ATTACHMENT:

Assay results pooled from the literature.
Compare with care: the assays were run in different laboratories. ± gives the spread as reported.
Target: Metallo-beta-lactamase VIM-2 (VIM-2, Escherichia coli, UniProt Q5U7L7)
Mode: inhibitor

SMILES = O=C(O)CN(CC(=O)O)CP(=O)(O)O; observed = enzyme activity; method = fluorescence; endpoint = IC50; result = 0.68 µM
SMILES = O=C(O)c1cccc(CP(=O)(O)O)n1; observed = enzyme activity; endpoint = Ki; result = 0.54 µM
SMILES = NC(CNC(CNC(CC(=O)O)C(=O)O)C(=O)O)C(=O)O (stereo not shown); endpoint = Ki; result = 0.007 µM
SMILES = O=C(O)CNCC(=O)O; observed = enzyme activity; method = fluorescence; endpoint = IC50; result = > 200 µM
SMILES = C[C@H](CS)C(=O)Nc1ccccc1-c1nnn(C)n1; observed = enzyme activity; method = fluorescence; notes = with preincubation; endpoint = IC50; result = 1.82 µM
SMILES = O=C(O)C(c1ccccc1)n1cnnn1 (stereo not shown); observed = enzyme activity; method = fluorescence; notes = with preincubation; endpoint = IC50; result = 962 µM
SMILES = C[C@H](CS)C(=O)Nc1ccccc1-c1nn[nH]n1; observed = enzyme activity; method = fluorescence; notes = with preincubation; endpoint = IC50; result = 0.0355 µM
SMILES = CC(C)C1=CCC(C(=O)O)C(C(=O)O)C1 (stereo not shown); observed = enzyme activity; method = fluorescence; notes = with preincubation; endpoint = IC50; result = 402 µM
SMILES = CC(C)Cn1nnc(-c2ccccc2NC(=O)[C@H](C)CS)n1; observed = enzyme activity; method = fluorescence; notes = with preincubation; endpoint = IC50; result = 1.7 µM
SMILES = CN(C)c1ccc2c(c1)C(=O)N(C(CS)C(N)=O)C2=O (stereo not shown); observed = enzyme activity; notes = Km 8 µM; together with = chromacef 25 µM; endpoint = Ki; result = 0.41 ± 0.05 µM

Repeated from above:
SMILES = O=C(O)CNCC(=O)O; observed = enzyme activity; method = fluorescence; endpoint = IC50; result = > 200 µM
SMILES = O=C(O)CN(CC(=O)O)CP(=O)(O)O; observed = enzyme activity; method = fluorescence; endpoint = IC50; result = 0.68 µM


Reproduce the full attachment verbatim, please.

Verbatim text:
Assay results pooled from the literature.
Compare with care: the assays were run in different laboratories. ± gives the spread as reported.
Target: Metallo-beta-lactamase VIM-2 (VIM-2, Escherichia coli, UniProt Q5U7L7)
Mode: inhibitor

SMILES = O=C(O)CN(CC(=O)O)CP(=O)(O)O; observed = enzyme activity; method = fluorescence; endpoint = IC50; result = 0.68 µM
SMILES = O=C(O)c1cccc(CP(=O)(O)O)n1; observed = enzyme activity; endpoint = Ki; result = 0.54 µM
SMILES = NC(CNC(CNC(CC(=O)O)C(=O)O)C(=O)O)C(=O)O (stereo not shown); endpoint = Ki; result = 0.007 µM
SMILES = O=C(O)CNCC(=O)O; observed = enzyme activity; method = fluorescence; endpoint = IC50; result = > 200 µM
SMILES = C[C@H](CS)C(=O)Nc1ccccc1-c1nnn(C)n1; observed = enzyme activity; method = fluorescence; notes = with preincubation; endpoint = IC50; result = 1.82 µM
SMILES = O=C(O)C(c1ccccc1)n1cnnn1 (stereo not shown); observed = enzyme activity; method = fluorescence; notes = with preincubation; endpoint = IC50; result = 962 µM
SMILES = C[C@H](CS)C(=O)Nc1ccccc1-c1nn[nH]n1; observed = enzyme activity; method = fluorescence; notes = with preincubation; endpoint = IC50; result = 0.0355 µM
SMILES = CC(C)C1=CCC(C(=O)O)C(C(=O)O)C1 (stereo not shown); observed = enzyme activity; method = fluorescence; notes = with preincubation; endpoint = IC50; result = 402 µM
SMILES = CC(C)Cn1nnc(-c2ccccc2NC(=O)[C@H](C)CS)n1; observed = enzyme activity; method = fluorescence; notes = with preincubation; endpoint = IC50; result = 1.7 µM
SMILES = CN(C)c1ccc2c(c1)C(=O)N(C(CS)C(N)=O)C2=O (stereo not shown); observed = enzyme activity; notes = Km 8 µM; together with = chromacef 25 µM; endpoint = Ki; result = 0.41 ± 0.05 µM

Repeated from above:
SMILES = O=C(O)CNCC(=O)O; observed = enzyme activity; method = fluorescence; endpoint = IC50; result = > 200 µM
SMILES = O=C(O)CN(CC(=O)O)CP(=O)(O)O; observed = enzyme activity; method = fluorescence; endpoint = IC50; result = 0.68 µM